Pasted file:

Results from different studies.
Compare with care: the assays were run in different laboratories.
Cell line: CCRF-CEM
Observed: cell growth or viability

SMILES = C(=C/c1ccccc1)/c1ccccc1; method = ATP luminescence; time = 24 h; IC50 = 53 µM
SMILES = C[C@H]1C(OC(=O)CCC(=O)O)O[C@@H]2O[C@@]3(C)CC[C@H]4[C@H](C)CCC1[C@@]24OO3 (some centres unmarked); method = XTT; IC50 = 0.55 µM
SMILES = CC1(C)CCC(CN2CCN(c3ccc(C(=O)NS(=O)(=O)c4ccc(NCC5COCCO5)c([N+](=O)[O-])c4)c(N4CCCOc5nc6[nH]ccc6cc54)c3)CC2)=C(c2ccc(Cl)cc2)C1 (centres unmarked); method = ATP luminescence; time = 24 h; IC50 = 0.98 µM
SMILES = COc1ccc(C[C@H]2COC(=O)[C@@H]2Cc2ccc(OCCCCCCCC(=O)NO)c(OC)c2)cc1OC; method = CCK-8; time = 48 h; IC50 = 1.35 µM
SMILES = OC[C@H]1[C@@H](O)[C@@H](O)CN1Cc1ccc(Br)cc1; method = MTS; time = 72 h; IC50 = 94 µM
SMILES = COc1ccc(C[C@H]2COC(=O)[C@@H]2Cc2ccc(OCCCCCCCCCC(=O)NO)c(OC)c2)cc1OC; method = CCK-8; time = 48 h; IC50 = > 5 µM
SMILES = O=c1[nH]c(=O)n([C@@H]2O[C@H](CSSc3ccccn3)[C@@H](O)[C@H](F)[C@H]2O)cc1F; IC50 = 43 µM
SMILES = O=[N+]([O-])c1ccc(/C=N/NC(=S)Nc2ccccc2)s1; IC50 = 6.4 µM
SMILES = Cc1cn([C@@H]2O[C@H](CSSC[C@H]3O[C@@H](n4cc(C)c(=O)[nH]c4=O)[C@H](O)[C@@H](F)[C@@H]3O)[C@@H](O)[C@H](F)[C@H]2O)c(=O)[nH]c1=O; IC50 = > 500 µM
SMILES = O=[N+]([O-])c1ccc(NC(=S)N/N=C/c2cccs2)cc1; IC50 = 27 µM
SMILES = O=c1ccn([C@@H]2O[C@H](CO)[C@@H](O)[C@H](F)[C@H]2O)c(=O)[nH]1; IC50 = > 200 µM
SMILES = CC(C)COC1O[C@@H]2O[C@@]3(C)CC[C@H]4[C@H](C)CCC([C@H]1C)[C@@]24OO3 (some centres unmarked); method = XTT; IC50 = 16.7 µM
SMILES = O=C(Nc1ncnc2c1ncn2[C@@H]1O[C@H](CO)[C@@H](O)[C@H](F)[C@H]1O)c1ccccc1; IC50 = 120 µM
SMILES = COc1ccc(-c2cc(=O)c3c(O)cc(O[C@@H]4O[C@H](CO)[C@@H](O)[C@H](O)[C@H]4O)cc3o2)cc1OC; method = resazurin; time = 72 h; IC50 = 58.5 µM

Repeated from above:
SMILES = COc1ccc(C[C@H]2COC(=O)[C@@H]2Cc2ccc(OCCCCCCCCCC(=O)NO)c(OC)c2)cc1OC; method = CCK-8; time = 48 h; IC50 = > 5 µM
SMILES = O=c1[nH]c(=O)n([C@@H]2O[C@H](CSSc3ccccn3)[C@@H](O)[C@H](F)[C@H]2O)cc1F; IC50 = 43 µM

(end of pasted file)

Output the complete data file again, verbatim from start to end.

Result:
Results from different studies.
Compare with care: the assays were run in different laboratories.
Cell line: CCRF-CEM
Observed: cell growth or viability

SMILES = C(=C/c1ccccc1)/c1ccccc1; method = ATP luminescence; time = 24 h; IC50 = 53 µM
SMILES = C[C@H]1C(OC(=O)CCC(=O)O)O[C@@H]2O[C@@]3(C)CC[C@H]4[C@H](C)CCC1[C@@]24OO3 (some centres unmarked); method = XTT; IC50 = 0.55 µM
SMILES = CC1(C)CCC(CN2CCN(c3ccc(C(=O)NS(=O)(=O)c4ccc(NCC5COCCO5)c([N+](=O)[O-])c4)c(N4CCCOc5nc6[nH]ccc6cc54)c3)CC2)=C(c2ccc(Cl)cc2)C1 (centres unmarked); method = ATP luminescence; time = 24 h; IC50 = 0.98 µM
SMILES = COc1ccc(C[C@H]2COC(=O)[C@@H]2Cc2ccc(OCCCCCCCC(=O)NO)c(OC)c2)cc1OC; method = CCK-8; time = 48 h; IC50 = 1.35 µM
SMILES = OC[C@H]1[C@@H](O)[C@@H](O)CN1Cc1ccc(Br)cc1; method = MTS; time = 72 h; IC50 = 94 µM
SMILES = COc1ccc(C[C@H]2COC(=O)[C@@H]2Cc2ccc(OCCCCCCCCCC(=O)NO)c(OC)c2)cc1OC; method = CCK-8; time = 48 h; IC50 = > 5 µM
SMILES = O=c1[nH]c(=O)n([C@@H]2O[C@H](CSSc3ccccn3)[C@@H](O)[C@H](F)[C@H]2O)cc1F; IC50 = 43 µM
SMILES = O=[N+]([O-])c1ccc(/C=N/NC(=S)Nc2ccccc2)s1; IC50 = 6.4 µM
SMILES = Cc1cn([C@@H]2O[C@H](CSSC[C@H]3O[C@@H](n4cc(C)c(=O)[nH]c4=O)[C@H](O)[C@@H](F)[C@@H]3O)[C@@H](O)[C@H](F)[C@H]2O)c(=O)[nH]c1=O; IC50 = > 500 µM
SMILES = O=[N+]([O-])c1ccc(NC(=S)N/N=C/c2cccs2)cc1; IC50 = 27 µM
SMILES = O=c1ccn([C@@H]2O[C@H](CO)[C@@H](O)[C@H](F)[C@H]2O)c(=O)[nH]1; IC50 = > 200 µM
SMILES = CC(C)COC1O[C@@H]2O[C@@]3(C)CC[C@H]4[C@H](C)CCC([C@H]1C)[C@@]24OO3 (some centres unmarked); method = XTT; IC50 = 16.7 µM
SMILES = O=C(Nc1ncnc2c1ncn2[C@@H]1O[C@H](CO)[C@@H](O)[C@H](F)[C@H]1O)c1ccccc1; IC50 = 120 µM
SMILES = COc1ccc(-c2cc(=O)c3c(O)cc(O[C@@H]4O[C@H](CO)[C@@H](O)[C@H](O)[C@H]4O)cc3o2)cc1OC; method = resazurin; time = 72 h; IC50 = 58.5 µM

Repeated from above:
SMILES = COc1ccc(C[C@H]2COC(=O)[C@@H]2Cc2ccc(OCCCCCCCCCC(=O)NO)c(OC)c2)cc1OC; method = CCK-8; time = 48 h; IC50 = > 5 µM
SMILES = O=c1[nH]c(=O)n([C@@H]2O[C@H](CSSc3ccccn3)[C@@H](O)[C@H](F)[C@H]2O)cc1F; IC50 = 43 µM